I realize that I’ve been writing blog-worthy content as Facebook status updates. I have to stop that! LOL
Here’s one (a response to all the demands of kumbaya-ing with racist Trump supporters):
“We can disagree and still love each other unless your disagreement is rooted in my oppression and denial of my humanity and right to exist.” — James Baldwin. #BlackBrownIndigenousLivesMatter
There’s a blog post in that quote somewhere.
I kid around that I am attracted to catholic women because their ingrained shame and guilt equates to deviant, hot sex. I am only half joking, but the reality is that Catholics do not have a monopoly on shame and guilt. Our major religions rule by it and our political and social institutions are grounded in it. In addition, shame is a major component of addictive/ dysfunctional behavior. I believe we live in a shame-based culture and there is some evidence that shame is the cause of much of the violence in our society.
Most of us have some experience of shame in our past and most of us don’t like to talk about it. That is what shame is all about. Essentially, shame is a conditioned response to violating someone else’s standards. When we feel shame, we are usually afraid of rejection or abandonment due to trespassing of real or imagined boundaries. For some people something seemingly mundane like farting in public (or even writing about it) might cause shame. Some mental health specialists consider shame to be the root of many personal difficulties, especially the codependent behavior observed in the families of addicts.
Ideally, shame should serve as an alarm system letting us know when we have offended other people, and that if we want to continue being friends with them, we may need to change our behavior. So maybe fluffing the sheets after farting is not a good way to keep a lover. Worse, broadcasting intimacies on social media might not be a good way to garner friends and influence people. Some of us have no shame, which is not a good thing. However, many people are haunted by feelings of shame, which make them feel unworthy.
Almost all experiences of shame entail seeing ourselves as “small” and others as “big.” This is typical of people when they feel ashamed. If you temporarily try this out, you can probably experience shame too.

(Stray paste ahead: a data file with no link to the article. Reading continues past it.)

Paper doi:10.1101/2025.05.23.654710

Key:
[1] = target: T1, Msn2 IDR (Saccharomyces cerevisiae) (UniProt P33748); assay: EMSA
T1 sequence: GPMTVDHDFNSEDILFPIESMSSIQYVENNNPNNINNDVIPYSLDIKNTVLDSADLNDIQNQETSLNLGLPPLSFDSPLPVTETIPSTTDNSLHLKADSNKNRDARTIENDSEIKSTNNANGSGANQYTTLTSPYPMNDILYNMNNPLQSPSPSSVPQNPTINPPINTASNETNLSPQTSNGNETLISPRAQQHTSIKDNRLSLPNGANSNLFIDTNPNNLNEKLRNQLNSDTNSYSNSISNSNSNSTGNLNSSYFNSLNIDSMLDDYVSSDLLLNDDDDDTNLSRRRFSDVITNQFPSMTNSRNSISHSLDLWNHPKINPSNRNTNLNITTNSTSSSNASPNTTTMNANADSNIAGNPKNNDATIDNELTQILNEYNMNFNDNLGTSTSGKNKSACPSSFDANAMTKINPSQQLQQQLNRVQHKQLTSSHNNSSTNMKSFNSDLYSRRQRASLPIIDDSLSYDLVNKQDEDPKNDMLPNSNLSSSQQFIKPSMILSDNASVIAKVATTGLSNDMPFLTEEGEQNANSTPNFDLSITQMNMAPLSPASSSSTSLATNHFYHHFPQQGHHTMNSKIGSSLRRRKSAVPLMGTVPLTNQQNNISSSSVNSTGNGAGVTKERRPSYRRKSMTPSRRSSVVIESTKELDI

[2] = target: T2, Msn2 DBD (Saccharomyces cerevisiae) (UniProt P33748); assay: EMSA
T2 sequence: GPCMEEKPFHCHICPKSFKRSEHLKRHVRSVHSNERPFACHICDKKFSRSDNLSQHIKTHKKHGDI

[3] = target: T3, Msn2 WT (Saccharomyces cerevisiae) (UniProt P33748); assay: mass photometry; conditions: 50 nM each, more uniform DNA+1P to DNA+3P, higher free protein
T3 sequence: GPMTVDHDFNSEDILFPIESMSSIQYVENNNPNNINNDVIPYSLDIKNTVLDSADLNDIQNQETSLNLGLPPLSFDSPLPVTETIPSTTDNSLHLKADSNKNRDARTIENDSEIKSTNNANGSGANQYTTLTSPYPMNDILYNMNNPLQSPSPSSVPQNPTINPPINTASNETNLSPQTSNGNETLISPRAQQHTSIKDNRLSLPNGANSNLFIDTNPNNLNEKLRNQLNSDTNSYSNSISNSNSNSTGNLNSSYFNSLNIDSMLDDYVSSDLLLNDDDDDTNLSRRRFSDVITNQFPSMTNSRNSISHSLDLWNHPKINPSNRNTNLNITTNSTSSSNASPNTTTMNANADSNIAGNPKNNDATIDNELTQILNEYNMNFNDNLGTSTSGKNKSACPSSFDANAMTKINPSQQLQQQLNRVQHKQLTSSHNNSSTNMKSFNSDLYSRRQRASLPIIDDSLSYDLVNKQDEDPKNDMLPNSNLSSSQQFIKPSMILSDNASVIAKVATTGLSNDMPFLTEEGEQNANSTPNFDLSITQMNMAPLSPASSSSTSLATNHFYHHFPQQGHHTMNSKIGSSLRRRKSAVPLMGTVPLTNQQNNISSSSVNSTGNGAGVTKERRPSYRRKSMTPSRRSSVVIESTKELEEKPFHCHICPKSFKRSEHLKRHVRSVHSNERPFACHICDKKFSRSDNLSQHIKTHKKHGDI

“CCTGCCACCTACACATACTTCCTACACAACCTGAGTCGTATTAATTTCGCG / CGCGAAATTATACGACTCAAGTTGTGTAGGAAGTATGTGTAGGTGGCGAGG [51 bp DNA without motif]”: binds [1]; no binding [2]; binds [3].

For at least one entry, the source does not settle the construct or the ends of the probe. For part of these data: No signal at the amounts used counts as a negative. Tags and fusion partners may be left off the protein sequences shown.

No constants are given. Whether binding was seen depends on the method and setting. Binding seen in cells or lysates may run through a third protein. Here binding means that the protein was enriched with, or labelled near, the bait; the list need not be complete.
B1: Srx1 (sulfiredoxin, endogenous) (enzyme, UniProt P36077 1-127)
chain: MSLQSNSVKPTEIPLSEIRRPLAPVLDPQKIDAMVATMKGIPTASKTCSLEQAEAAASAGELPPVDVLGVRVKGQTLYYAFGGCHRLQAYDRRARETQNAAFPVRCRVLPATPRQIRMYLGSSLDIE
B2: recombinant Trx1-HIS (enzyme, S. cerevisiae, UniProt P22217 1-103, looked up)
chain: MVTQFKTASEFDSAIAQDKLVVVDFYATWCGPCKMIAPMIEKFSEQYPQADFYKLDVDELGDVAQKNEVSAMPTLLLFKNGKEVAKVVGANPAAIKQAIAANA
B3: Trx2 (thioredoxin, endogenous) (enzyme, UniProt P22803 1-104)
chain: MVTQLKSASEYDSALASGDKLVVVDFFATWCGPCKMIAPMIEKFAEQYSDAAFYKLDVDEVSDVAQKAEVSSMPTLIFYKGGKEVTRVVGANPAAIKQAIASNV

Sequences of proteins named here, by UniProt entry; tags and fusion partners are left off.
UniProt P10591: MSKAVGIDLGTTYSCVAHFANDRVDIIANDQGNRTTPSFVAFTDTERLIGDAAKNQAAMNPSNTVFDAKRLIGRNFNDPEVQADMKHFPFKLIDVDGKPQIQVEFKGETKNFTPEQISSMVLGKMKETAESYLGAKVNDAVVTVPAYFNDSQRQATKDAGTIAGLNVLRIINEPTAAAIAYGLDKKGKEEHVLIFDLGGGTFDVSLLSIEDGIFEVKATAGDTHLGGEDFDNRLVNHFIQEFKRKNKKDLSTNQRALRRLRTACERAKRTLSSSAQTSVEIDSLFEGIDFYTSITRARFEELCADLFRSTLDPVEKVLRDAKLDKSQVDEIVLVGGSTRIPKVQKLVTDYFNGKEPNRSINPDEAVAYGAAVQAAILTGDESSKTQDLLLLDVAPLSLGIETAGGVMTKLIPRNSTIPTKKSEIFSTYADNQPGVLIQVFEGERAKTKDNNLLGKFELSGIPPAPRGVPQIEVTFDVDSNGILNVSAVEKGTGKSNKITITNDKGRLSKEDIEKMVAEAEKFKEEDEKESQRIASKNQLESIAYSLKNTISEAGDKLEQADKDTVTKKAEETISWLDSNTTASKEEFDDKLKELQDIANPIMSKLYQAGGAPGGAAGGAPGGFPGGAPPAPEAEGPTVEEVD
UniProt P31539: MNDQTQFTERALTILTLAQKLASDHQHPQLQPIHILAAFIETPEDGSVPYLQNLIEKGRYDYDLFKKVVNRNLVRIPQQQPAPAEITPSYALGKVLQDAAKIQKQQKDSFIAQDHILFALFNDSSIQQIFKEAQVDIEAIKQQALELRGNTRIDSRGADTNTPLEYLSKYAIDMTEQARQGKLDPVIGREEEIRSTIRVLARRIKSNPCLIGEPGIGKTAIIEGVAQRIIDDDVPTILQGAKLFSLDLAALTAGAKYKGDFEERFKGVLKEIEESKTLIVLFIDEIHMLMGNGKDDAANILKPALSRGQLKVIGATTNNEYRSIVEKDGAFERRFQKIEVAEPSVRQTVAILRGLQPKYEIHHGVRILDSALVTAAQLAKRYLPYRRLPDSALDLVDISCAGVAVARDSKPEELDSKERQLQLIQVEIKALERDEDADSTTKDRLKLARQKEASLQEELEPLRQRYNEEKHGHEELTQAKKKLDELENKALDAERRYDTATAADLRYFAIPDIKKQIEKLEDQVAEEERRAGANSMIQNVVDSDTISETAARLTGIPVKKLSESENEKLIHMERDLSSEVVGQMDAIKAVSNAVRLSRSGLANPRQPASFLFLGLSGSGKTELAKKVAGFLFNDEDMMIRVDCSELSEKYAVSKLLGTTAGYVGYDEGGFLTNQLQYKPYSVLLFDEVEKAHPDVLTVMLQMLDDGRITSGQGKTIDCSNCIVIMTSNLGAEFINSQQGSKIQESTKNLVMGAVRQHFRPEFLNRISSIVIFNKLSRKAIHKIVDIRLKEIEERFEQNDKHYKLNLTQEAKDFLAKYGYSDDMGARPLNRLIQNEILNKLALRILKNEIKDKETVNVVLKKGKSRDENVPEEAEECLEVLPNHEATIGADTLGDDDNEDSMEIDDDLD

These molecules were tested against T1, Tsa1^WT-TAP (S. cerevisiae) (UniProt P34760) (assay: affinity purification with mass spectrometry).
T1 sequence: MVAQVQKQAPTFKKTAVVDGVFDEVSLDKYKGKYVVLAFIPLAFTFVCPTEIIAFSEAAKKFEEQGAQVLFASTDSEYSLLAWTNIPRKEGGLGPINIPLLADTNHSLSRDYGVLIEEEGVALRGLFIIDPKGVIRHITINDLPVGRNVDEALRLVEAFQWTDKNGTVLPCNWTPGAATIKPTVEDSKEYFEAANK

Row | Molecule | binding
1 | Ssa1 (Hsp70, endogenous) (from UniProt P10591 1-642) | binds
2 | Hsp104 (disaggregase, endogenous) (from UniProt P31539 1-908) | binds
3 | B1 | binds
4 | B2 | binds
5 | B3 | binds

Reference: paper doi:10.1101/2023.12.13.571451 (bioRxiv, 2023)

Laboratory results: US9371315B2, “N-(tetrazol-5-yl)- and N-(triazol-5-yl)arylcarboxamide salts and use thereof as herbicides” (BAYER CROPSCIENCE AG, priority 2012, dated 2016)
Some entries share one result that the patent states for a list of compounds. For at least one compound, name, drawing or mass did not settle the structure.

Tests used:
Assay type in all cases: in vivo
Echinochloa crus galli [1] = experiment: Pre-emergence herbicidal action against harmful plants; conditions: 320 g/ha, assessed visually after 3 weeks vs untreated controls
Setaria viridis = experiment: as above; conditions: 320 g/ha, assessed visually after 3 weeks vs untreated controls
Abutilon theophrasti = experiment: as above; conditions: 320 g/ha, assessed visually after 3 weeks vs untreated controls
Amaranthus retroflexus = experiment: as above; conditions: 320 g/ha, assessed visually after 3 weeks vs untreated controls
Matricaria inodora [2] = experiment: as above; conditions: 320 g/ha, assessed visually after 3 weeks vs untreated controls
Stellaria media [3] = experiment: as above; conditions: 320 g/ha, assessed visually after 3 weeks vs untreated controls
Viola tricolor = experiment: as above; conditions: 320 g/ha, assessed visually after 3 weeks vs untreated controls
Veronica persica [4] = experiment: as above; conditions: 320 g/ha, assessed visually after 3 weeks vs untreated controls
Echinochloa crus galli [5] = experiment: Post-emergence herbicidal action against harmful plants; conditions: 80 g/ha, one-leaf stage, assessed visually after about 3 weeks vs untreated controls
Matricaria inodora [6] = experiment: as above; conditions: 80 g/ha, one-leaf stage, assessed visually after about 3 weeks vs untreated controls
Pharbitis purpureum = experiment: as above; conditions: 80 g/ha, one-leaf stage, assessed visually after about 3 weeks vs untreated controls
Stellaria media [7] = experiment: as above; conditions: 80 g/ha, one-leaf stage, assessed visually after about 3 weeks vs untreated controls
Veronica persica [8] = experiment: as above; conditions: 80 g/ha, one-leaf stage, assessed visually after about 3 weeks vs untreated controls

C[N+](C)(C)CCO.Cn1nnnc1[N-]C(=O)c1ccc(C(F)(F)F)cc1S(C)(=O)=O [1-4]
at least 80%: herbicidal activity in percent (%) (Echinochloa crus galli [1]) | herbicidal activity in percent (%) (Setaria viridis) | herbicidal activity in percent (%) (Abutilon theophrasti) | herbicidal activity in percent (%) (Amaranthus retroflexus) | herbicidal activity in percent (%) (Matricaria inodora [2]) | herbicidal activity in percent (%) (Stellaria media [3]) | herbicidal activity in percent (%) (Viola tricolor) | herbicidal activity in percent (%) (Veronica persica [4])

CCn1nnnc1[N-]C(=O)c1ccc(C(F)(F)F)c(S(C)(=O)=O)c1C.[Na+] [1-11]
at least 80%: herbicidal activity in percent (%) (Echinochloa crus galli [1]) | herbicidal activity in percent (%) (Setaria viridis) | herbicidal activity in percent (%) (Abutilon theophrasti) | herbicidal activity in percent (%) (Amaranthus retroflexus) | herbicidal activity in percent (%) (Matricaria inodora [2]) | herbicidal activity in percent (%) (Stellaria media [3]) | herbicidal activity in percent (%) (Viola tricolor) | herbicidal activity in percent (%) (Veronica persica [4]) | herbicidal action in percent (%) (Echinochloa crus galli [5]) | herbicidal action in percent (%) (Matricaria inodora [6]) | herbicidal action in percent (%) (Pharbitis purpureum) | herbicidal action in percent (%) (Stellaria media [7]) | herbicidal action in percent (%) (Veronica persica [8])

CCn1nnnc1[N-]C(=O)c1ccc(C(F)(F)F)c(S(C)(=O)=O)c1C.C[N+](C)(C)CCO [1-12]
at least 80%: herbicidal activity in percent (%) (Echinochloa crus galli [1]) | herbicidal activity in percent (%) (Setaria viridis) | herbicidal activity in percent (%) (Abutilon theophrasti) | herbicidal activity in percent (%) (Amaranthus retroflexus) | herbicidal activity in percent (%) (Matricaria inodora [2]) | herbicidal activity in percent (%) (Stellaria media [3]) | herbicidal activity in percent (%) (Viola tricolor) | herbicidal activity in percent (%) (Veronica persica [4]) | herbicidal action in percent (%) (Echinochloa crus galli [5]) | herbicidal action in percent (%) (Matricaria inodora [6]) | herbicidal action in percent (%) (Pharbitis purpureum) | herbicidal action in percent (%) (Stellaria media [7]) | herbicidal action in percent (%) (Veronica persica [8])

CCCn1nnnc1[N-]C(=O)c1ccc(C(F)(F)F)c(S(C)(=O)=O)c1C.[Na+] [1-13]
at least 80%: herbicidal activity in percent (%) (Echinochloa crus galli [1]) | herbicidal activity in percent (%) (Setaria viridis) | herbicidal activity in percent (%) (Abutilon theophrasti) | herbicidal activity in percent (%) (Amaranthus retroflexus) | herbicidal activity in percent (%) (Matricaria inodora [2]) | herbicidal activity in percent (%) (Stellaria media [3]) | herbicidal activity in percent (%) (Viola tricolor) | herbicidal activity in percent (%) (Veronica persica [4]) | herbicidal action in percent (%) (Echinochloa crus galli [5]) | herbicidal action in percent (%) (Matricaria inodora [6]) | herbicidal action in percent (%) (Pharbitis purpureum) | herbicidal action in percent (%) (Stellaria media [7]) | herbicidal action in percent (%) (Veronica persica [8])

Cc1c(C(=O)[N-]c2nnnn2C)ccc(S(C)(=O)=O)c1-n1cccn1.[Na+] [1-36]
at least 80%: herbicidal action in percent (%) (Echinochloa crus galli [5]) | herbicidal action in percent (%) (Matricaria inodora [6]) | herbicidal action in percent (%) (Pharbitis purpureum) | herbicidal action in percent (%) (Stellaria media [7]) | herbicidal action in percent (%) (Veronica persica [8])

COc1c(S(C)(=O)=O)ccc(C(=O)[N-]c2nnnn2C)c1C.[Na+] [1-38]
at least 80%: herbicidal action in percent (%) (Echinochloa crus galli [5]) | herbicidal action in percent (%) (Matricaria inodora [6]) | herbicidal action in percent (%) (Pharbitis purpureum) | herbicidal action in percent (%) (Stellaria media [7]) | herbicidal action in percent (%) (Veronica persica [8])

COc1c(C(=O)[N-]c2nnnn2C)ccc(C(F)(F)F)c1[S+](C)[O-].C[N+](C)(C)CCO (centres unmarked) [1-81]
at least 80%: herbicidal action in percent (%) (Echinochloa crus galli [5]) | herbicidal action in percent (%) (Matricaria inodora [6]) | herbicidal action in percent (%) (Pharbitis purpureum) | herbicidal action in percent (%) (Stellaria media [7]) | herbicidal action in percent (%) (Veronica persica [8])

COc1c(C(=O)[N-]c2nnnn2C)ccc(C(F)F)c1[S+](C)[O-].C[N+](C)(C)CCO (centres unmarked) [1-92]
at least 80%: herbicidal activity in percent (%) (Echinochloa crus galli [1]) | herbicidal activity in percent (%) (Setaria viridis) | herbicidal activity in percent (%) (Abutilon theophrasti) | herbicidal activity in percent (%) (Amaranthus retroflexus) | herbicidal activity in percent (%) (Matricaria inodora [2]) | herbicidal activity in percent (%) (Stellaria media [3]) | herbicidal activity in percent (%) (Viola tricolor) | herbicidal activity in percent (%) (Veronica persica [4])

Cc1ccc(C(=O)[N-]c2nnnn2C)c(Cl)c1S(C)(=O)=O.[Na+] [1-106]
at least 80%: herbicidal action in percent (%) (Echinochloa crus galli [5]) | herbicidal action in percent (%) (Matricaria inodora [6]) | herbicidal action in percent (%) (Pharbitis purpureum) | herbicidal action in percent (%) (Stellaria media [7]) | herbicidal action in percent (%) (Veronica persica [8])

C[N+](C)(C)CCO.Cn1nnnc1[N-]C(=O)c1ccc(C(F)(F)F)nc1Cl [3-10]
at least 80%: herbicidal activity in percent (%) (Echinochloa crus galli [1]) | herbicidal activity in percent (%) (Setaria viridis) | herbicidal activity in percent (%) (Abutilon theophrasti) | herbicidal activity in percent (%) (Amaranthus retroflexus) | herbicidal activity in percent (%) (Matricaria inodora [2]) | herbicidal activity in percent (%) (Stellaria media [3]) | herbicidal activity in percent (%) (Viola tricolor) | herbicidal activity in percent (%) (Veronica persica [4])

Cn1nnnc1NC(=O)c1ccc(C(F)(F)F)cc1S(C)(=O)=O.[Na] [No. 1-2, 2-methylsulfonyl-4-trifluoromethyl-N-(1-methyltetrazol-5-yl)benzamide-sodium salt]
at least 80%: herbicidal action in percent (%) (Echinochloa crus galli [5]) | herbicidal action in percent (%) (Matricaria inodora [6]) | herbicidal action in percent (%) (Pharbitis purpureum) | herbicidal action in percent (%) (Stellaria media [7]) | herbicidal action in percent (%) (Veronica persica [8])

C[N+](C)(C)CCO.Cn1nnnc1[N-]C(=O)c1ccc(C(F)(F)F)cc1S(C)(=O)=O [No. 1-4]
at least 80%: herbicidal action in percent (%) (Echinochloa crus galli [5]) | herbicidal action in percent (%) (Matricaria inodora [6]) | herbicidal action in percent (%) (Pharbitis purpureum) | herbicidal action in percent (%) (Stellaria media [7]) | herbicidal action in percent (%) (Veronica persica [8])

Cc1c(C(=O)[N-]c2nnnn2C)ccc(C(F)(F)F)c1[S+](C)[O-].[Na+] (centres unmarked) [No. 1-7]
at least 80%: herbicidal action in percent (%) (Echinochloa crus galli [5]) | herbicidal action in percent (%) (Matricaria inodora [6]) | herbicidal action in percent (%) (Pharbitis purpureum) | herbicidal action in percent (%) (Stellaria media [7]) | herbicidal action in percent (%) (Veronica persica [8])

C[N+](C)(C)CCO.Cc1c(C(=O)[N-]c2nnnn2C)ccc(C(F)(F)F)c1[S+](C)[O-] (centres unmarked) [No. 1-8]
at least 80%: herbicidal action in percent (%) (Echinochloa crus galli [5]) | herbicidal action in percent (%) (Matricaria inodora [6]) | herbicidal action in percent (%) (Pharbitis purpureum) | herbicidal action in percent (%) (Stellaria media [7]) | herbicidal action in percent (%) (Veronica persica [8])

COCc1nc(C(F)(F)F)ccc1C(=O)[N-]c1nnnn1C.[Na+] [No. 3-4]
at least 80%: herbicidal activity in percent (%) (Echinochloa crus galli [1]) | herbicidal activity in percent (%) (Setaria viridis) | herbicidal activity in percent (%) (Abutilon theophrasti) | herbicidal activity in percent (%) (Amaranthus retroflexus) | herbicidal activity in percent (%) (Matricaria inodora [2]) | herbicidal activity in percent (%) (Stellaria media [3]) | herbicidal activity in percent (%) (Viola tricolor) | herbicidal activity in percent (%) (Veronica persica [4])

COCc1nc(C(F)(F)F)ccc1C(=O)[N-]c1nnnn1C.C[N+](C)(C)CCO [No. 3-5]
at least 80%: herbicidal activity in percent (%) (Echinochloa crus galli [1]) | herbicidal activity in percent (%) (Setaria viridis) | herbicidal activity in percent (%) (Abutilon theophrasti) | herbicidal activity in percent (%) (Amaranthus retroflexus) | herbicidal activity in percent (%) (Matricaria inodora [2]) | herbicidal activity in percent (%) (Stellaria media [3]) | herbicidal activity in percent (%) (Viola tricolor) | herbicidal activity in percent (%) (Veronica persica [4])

Shame has been described as the secret or “hidden emotion.” For most of us, it is a minor inconvenience, but for others it is devastating. When people feel shame, they also feel ashamed about feeling shame, so they are not inclined to talk about it. This is why I give people who try to do something about it major props.
Shame is the result of someone repeatedly giving us the message, “You’re bad,” often without telling us exactly what they found displeasing, and usually without giving us a clear idea of what we could do instead, or how to do it. Parents, teachers, and other authorities do this, sometimes because they do not know any better.
In a way, someone who feels shame does so because he was a capable and quick learner in an environment where shame was being taught. The good news is that that same ability can be used in learning to have a different sense of self.
In cases of severe shame, it is as if the person has only one standard for themselves. “I should please others,” is the ruling thought pattern. Putting too much emphasis on pleasing others can result in submitting to abuses without complaint. I see this behavior on social media, and the internet in general, in abundance.
In transforming shame, it is important to recognize the difference between someone else’s standards and our own, and to be careful to put on our thinking caps when deciding which standards to use for ourselves. As we do this, we are also building a healthy sense of self, or what is often called self-esteem or integrity. This is who I am; this is what is important to me. In reality, we only begin to exist as individuals when we can stand on our own in this way. Until then, we’re just mirror images of someone else — anyone else — and dependent on them for a sense of identity.
I know two people very close to me who have not been alone — ever. A friend goes from woman to woman, looking for validation. I have yet to see him be single in all the years I know him. Of course, each woman becomes his focus until they fall from grace. Another person close to me has never been outside a relationship since her teens. A part of that, I believe, is the consequence of this inner shame and the need to live up to external standards. Somehow, we have to find better strategies for living more effectively.
My name is Eddie and I’m in recovery from civilization…